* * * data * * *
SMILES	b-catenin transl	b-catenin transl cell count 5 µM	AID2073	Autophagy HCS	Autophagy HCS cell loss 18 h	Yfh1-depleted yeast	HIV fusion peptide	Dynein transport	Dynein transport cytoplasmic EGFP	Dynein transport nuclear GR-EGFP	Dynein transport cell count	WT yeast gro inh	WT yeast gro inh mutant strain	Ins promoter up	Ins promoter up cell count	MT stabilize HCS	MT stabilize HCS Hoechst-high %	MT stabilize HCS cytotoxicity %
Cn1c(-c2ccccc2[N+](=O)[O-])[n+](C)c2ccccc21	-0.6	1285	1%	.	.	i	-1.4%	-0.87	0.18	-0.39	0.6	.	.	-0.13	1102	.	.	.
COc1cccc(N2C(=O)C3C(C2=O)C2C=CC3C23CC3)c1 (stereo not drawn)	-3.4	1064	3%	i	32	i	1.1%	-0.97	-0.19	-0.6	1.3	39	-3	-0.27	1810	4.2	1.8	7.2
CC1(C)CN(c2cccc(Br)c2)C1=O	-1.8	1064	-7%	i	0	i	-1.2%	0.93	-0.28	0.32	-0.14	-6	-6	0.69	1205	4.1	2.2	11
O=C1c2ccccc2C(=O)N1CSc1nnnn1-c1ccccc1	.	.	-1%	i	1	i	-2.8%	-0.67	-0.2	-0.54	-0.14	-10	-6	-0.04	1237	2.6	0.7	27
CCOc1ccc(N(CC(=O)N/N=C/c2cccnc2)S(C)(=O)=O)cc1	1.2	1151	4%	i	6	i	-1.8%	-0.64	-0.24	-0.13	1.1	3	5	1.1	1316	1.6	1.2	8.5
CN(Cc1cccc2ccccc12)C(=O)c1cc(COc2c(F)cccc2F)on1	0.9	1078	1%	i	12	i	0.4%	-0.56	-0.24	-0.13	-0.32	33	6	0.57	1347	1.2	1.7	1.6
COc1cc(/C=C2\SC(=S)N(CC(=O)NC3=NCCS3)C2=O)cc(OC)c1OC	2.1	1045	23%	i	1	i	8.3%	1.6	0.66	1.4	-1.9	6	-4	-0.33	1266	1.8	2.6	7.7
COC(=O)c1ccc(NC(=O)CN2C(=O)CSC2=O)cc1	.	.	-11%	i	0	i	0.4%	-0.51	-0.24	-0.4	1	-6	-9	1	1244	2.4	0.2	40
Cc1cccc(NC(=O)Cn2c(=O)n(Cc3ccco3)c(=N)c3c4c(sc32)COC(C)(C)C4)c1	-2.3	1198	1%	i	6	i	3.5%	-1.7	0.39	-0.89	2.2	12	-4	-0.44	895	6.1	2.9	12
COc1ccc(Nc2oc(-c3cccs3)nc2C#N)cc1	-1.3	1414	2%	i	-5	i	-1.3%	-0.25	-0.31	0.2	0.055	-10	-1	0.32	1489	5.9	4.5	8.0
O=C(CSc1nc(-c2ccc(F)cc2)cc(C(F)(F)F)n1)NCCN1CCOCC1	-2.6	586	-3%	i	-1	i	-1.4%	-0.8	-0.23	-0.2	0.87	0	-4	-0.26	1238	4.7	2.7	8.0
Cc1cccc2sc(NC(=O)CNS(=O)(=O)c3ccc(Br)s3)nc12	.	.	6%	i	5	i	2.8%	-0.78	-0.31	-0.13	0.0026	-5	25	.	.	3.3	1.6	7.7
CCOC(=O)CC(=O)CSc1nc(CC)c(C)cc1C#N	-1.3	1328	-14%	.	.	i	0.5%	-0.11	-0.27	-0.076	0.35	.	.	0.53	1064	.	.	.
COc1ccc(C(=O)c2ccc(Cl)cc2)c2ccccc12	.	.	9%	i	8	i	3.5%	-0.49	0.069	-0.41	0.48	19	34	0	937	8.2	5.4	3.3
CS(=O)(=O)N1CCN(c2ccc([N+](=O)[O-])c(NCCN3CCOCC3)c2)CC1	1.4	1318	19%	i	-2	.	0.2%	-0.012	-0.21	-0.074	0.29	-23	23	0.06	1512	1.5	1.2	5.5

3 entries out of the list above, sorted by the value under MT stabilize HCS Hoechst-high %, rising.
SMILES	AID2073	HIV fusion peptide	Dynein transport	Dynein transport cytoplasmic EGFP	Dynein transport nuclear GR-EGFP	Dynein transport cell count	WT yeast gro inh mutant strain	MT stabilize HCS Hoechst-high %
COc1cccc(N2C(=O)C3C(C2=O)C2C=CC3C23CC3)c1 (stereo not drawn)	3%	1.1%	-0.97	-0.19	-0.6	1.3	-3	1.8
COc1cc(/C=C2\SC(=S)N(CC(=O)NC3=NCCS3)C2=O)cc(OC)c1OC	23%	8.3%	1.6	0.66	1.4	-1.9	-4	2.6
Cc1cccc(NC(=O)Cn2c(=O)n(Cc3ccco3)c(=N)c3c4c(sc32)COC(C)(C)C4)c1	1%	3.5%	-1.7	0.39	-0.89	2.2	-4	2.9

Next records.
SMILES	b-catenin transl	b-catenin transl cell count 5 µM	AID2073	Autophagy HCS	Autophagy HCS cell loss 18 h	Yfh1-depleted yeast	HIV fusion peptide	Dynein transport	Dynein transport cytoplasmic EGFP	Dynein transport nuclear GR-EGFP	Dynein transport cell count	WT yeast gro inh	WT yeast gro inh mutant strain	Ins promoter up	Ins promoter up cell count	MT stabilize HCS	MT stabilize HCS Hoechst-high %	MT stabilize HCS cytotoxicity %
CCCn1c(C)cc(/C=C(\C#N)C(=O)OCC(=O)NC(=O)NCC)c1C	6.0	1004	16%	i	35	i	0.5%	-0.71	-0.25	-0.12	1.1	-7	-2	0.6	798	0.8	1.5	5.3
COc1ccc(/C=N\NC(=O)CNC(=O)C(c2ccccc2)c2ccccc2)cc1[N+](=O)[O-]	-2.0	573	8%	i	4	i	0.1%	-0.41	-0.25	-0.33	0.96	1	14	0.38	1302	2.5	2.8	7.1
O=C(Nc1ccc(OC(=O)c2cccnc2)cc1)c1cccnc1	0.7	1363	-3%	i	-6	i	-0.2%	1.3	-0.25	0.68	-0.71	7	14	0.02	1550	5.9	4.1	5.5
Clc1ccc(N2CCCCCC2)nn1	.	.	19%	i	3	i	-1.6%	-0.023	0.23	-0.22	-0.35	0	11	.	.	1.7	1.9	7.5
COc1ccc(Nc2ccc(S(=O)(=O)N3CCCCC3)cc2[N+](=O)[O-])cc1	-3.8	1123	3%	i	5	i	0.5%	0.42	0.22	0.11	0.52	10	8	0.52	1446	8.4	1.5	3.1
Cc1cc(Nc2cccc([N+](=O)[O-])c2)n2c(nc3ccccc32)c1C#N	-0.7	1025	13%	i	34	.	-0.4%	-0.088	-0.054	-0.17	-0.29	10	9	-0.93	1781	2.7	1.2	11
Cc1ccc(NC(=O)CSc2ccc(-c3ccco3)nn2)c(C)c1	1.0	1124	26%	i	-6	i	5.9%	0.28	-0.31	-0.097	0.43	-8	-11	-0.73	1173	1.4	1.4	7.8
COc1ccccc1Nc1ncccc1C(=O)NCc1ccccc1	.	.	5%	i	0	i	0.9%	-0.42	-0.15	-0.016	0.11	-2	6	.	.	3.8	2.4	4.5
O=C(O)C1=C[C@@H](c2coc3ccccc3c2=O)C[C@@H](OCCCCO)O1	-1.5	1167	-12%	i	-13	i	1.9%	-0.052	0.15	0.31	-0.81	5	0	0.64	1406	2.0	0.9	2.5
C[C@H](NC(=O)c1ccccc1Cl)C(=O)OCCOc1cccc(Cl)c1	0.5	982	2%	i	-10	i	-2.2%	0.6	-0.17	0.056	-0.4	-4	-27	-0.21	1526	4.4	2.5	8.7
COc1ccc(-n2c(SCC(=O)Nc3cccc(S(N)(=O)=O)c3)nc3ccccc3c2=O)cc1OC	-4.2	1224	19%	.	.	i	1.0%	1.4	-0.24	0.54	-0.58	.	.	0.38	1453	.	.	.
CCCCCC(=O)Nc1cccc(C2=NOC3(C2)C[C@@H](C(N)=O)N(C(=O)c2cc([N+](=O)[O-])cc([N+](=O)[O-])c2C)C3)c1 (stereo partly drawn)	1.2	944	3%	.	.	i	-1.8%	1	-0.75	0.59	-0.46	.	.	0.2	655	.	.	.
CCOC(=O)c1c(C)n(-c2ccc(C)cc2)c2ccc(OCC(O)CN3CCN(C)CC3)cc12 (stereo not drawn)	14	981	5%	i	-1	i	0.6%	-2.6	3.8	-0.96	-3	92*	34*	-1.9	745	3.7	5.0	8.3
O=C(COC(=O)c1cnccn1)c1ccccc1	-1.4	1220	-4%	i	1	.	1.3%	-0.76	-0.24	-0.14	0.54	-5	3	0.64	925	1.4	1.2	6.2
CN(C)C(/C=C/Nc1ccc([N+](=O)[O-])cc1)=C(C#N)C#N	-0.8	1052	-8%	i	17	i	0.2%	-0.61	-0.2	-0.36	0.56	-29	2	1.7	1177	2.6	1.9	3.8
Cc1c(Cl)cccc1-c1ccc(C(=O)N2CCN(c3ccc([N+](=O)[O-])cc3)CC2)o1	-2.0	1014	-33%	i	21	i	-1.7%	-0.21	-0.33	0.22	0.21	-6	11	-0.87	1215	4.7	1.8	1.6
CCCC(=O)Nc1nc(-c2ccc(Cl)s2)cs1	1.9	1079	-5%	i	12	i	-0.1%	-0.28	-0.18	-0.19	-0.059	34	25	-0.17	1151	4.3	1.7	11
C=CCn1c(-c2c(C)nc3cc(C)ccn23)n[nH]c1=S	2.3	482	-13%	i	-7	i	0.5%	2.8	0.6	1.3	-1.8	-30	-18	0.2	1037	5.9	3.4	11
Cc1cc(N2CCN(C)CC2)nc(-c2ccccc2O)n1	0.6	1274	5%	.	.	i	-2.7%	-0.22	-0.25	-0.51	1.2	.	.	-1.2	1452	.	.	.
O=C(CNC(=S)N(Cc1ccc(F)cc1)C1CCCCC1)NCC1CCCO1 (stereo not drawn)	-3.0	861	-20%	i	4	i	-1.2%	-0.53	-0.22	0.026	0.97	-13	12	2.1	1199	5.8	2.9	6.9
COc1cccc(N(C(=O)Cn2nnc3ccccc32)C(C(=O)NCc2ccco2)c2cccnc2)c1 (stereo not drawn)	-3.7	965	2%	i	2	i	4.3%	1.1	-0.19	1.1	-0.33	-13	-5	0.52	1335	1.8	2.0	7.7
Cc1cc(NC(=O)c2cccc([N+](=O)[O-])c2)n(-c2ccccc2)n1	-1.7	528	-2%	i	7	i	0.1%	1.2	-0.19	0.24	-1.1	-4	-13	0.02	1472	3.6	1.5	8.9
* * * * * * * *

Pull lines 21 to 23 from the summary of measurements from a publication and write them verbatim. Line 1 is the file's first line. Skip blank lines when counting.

Cc1cccc(NC(=O)Cn2c(=O)n(Cc3ccco3)c(=N)c3c4c(sc32)COC(C)(C)C4)c1	1%	3.5%	-1.7	0.39	-0.89	2.2	-4	2.9

Next records.
SMILES	b-catenin transl	b-catenin transl cell count 5 µM	AID2073	Autophagy HCS	Autophagy HCS cell loss 18 h	Yfh1-depleted yeast	HIV fusion peptide	Dynein transport	Dynein transport cytoplasmic EGFP	Dynein transport nuclear GR-EGFP	Dynein transport cell count	WT yeast gro inh	WT yeast gro inh mutant strain	Ins promoter up	Ins promoter up cell count	MT stabilize HCS	MT stabilize HCS Hoechst-high %	MT stabilize HCS cytotoxicity %